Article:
What is Chagas disease?
What are the symptom?
The symptoms change over the course of the infection. In the early stage, symptoms are typically either not present or mild and may include: fever, swollen lymph node, headaches, or local swelling at the site of the bite.
After 8–12 weeks, individuals enter the chronic phase of disease and in 60–70% it never produces further symptoms. The other 30 to 40% of people develop further symptoms 10 to 30 years after the initial infection. This includes enlargement of the ventricular of heart in 20 to 30% leading to heart failure. An enlarged oesophagus or an enlarged colon may also occur in 10% of people.
How does it spread?
T. cruzi is commonly spread to humans and other mammals by the blood-sucking “kissing bugs” of the subfamily Triatominae. These insects are known by a number of local names, including: vinchuca in Argentina, Bolivia, Chile and Paraguay, barbeiro (the barber) in Brazil, pito in Colombia, chinche in Central America, and chipo in Venezuela.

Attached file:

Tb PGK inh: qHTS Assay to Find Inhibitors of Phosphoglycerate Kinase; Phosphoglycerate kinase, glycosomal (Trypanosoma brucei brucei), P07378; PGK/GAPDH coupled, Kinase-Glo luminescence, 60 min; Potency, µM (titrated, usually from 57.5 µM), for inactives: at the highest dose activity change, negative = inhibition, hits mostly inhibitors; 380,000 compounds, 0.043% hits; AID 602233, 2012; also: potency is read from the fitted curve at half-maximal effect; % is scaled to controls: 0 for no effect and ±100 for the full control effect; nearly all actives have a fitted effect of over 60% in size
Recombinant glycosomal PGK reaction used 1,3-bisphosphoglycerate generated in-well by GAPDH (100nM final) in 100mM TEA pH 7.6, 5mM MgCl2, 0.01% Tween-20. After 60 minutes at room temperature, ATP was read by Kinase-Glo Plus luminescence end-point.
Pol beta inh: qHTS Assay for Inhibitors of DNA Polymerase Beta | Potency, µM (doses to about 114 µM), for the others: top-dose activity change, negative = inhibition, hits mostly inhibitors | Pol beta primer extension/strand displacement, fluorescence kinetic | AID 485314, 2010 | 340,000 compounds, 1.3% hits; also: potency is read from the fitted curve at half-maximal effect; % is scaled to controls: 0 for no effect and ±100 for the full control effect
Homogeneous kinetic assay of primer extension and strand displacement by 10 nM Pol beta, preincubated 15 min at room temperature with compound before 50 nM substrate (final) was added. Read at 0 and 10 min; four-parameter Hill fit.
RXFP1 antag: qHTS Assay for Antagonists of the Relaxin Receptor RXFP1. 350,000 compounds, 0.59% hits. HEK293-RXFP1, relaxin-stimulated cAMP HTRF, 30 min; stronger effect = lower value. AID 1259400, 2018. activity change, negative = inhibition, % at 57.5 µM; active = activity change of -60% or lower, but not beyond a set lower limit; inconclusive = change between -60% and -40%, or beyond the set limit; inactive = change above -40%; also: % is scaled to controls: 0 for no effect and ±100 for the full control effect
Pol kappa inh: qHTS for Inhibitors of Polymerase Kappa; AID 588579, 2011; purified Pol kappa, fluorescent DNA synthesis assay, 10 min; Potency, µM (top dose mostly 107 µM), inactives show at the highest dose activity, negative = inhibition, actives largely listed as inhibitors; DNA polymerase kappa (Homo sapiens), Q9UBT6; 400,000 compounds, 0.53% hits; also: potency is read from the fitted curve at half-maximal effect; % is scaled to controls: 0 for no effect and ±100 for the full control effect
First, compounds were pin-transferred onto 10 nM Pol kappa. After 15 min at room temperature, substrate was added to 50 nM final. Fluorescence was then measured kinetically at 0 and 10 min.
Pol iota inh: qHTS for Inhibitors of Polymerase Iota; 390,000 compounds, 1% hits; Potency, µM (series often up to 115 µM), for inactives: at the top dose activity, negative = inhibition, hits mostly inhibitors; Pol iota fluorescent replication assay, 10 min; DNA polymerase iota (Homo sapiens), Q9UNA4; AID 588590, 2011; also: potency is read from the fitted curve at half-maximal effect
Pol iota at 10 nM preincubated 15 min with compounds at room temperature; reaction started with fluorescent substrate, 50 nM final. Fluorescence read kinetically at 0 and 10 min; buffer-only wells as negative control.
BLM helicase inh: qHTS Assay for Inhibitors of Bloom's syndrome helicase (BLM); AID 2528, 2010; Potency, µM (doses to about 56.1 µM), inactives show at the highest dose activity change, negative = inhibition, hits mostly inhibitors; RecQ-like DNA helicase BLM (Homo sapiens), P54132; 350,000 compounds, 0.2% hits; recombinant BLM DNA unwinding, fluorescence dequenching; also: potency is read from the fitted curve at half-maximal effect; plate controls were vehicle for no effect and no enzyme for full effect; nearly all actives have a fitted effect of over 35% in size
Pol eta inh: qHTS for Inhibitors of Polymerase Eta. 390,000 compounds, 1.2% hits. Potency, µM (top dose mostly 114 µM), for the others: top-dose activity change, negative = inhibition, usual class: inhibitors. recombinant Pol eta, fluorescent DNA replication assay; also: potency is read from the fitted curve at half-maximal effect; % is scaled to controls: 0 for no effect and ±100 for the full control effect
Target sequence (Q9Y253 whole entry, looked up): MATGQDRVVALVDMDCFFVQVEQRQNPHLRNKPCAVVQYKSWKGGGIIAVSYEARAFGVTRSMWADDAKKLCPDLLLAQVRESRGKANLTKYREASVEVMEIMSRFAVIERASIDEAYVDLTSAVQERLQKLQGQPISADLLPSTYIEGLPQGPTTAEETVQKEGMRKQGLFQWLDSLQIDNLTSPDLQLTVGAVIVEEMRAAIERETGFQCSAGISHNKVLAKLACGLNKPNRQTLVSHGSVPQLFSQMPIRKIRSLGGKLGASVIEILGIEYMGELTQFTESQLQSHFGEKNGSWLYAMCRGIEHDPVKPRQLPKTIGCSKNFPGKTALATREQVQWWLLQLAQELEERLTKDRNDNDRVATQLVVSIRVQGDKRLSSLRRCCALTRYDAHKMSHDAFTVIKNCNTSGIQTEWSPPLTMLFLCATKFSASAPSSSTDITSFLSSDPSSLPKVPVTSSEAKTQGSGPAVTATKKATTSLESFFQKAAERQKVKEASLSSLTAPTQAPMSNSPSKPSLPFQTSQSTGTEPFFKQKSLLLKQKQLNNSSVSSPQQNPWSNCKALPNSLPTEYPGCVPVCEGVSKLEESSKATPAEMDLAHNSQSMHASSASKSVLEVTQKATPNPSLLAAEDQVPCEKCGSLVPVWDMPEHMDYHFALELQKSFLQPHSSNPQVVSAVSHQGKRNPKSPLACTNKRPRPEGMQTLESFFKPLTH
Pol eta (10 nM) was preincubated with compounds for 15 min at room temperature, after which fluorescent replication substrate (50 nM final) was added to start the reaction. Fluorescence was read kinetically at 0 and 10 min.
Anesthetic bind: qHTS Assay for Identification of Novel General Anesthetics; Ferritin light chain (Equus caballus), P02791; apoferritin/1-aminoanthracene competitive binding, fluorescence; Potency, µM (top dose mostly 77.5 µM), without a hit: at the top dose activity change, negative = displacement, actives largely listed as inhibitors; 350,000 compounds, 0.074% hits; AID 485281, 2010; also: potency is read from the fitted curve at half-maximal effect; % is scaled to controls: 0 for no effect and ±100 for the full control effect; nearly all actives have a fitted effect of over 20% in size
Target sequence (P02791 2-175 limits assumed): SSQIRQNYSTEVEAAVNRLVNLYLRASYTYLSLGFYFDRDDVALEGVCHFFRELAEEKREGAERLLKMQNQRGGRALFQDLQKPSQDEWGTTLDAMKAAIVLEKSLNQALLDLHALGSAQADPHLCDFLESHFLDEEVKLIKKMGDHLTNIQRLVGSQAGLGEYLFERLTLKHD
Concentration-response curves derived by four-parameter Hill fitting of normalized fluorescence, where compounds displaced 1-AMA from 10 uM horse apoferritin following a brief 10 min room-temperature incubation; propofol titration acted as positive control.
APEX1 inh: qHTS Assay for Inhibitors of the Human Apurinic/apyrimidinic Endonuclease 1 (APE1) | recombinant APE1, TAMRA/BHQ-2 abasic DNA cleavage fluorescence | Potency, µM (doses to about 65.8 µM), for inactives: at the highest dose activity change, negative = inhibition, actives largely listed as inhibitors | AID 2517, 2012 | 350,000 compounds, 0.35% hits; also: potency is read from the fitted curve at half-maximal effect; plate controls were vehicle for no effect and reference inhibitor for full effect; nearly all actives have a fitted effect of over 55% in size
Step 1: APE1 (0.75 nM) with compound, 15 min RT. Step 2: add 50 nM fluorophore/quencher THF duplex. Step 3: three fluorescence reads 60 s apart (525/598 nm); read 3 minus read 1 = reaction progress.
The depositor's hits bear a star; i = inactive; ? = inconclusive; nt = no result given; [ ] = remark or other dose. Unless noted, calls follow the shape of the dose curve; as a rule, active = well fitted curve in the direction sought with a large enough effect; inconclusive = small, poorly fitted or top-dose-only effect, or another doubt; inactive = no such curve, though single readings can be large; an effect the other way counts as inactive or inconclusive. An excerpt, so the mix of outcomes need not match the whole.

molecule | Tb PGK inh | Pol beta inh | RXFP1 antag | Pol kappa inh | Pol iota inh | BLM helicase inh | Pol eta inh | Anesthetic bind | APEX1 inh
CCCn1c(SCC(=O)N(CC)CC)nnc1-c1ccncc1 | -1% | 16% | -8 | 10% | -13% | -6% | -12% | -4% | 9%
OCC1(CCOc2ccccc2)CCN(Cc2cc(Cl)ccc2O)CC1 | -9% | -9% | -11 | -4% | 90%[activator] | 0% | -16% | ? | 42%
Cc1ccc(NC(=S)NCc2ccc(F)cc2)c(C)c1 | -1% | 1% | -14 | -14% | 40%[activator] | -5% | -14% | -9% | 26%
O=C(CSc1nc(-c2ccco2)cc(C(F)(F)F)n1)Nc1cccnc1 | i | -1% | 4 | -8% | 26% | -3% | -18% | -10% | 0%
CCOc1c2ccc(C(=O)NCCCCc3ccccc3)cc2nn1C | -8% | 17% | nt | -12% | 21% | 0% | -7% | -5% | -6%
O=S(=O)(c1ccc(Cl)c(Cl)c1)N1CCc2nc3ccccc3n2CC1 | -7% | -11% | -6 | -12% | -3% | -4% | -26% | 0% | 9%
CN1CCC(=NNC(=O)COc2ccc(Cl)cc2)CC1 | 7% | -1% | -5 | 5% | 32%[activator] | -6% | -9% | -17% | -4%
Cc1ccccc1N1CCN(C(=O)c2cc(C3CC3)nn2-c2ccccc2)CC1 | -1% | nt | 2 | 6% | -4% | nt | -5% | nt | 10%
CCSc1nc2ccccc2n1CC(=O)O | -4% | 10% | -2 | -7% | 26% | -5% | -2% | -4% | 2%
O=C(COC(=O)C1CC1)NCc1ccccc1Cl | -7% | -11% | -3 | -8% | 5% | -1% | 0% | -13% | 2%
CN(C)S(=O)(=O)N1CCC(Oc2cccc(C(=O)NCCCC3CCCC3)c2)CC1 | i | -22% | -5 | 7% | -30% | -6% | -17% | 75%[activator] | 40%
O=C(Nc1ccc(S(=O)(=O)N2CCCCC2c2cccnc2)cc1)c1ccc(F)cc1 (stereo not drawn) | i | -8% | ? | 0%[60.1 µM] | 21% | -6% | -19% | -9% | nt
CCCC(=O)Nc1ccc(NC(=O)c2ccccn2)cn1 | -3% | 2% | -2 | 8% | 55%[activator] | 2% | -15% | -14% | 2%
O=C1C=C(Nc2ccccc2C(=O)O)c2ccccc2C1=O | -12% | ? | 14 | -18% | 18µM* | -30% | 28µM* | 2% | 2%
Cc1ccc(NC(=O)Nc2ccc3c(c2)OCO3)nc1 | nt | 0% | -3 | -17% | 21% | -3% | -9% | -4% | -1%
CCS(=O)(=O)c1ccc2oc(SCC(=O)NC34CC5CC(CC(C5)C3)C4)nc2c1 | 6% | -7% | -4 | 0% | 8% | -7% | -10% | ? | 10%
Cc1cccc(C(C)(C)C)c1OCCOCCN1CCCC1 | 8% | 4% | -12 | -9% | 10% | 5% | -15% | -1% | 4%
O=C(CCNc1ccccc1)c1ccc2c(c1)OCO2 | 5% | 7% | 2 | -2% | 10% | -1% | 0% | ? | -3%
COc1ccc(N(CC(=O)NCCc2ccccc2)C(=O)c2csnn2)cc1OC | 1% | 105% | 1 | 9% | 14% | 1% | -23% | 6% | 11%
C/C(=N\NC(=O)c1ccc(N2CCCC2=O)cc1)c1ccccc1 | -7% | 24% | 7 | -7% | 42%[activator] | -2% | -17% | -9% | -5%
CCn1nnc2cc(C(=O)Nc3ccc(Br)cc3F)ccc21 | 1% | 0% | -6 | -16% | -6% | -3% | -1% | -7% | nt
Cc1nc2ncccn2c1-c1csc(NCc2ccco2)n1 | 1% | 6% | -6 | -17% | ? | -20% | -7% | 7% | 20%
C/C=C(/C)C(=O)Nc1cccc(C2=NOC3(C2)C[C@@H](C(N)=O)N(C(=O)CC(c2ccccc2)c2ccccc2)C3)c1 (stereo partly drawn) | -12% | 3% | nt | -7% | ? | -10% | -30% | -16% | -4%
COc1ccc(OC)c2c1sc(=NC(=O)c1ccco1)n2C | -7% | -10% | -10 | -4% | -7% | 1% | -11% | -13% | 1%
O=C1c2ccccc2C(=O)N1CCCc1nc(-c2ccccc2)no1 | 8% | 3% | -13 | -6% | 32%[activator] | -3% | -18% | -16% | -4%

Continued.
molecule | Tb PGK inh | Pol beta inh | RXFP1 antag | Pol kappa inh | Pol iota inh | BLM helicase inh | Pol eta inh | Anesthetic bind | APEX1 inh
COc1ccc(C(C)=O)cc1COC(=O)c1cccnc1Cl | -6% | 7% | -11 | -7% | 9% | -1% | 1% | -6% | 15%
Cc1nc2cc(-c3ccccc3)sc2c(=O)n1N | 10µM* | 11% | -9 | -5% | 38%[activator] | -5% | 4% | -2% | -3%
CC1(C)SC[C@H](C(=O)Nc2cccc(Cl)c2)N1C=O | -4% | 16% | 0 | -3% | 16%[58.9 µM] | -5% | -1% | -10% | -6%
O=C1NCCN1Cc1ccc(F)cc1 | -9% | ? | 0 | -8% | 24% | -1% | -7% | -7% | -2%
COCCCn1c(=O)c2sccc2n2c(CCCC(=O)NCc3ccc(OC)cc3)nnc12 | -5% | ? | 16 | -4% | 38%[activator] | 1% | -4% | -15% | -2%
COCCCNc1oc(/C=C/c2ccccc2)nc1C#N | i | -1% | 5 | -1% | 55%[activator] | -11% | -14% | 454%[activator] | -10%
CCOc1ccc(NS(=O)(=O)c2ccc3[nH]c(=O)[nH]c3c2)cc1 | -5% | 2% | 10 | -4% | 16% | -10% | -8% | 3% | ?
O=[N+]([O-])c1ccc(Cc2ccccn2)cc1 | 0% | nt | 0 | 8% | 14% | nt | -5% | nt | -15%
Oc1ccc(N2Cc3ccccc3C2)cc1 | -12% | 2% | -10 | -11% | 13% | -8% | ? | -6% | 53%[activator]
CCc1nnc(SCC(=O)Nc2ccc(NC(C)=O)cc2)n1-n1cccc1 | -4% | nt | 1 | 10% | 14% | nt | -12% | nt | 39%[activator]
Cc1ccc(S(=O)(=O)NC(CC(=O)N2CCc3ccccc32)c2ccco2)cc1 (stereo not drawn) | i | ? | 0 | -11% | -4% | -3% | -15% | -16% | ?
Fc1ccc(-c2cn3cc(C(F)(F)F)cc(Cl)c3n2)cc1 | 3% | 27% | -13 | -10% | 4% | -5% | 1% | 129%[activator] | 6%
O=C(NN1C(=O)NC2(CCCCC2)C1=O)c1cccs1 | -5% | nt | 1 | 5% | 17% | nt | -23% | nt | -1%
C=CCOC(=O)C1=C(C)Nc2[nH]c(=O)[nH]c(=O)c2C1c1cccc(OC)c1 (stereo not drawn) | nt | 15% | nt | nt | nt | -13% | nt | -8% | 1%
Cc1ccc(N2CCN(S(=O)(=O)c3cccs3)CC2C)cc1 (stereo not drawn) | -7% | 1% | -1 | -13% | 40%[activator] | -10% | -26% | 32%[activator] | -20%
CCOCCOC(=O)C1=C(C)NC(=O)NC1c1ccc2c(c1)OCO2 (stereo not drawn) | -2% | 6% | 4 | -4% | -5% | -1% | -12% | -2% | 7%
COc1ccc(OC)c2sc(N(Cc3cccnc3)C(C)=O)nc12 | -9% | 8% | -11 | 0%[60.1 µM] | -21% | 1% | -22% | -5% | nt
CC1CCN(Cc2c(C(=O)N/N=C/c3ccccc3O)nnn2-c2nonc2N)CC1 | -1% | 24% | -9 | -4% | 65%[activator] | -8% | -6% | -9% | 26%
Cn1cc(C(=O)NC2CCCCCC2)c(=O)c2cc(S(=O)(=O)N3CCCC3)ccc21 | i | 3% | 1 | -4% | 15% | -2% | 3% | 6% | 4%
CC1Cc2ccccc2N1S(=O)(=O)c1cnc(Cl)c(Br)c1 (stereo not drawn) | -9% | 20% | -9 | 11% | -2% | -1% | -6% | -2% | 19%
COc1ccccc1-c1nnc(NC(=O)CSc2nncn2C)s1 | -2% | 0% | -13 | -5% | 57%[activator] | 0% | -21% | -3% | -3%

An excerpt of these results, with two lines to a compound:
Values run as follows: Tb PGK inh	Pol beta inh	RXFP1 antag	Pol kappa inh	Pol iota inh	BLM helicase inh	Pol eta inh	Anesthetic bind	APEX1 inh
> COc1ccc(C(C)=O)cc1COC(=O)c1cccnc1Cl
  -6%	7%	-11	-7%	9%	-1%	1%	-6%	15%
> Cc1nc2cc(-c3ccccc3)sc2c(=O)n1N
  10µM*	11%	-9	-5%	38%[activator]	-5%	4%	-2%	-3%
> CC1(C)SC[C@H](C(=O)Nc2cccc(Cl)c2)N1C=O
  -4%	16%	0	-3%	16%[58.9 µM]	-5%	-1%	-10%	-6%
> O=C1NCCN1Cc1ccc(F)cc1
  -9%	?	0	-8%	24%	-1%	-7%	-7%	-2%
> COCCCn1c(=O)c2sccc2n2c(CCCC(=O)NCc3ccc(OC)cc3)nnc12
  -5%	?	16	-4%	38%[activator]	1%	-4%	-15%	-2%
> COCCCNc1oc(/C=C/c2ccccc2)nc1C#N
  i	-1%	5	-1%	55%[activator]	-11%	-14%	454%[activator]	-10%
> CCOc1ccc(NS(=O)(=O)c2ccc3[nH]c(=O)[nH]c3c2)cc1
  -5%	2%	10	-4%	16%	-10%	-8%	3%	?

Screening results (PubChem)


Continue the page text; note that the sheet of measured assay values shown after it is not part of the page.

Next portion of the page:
Diagnois of early disease is by finding the parasite in the blood using a microscope. Chronic disease is diagnosed by finding antibodies for T. cruzi in the blood.
How do you prevent this disease from spreading?
Prevention mostly involves eliminating kissing bugs and avoiding their bites. Other preventative efforts include screening blood used for transfusions. No vaccine has been developed as of 2014.
What is the treatment?
Early infections are treatable with the medication benznidazole ornifurtimox. They nearly always result in a cure if given early however become less effective the longer a person has had Chagas disease. When used in chronic disease they may delay or prevent the development of end stage symptoms. Benznidazole and nifurtimox cause temporary side effects in up to 40% of people including skin disorders, brain toxicity, and digestive system irritation.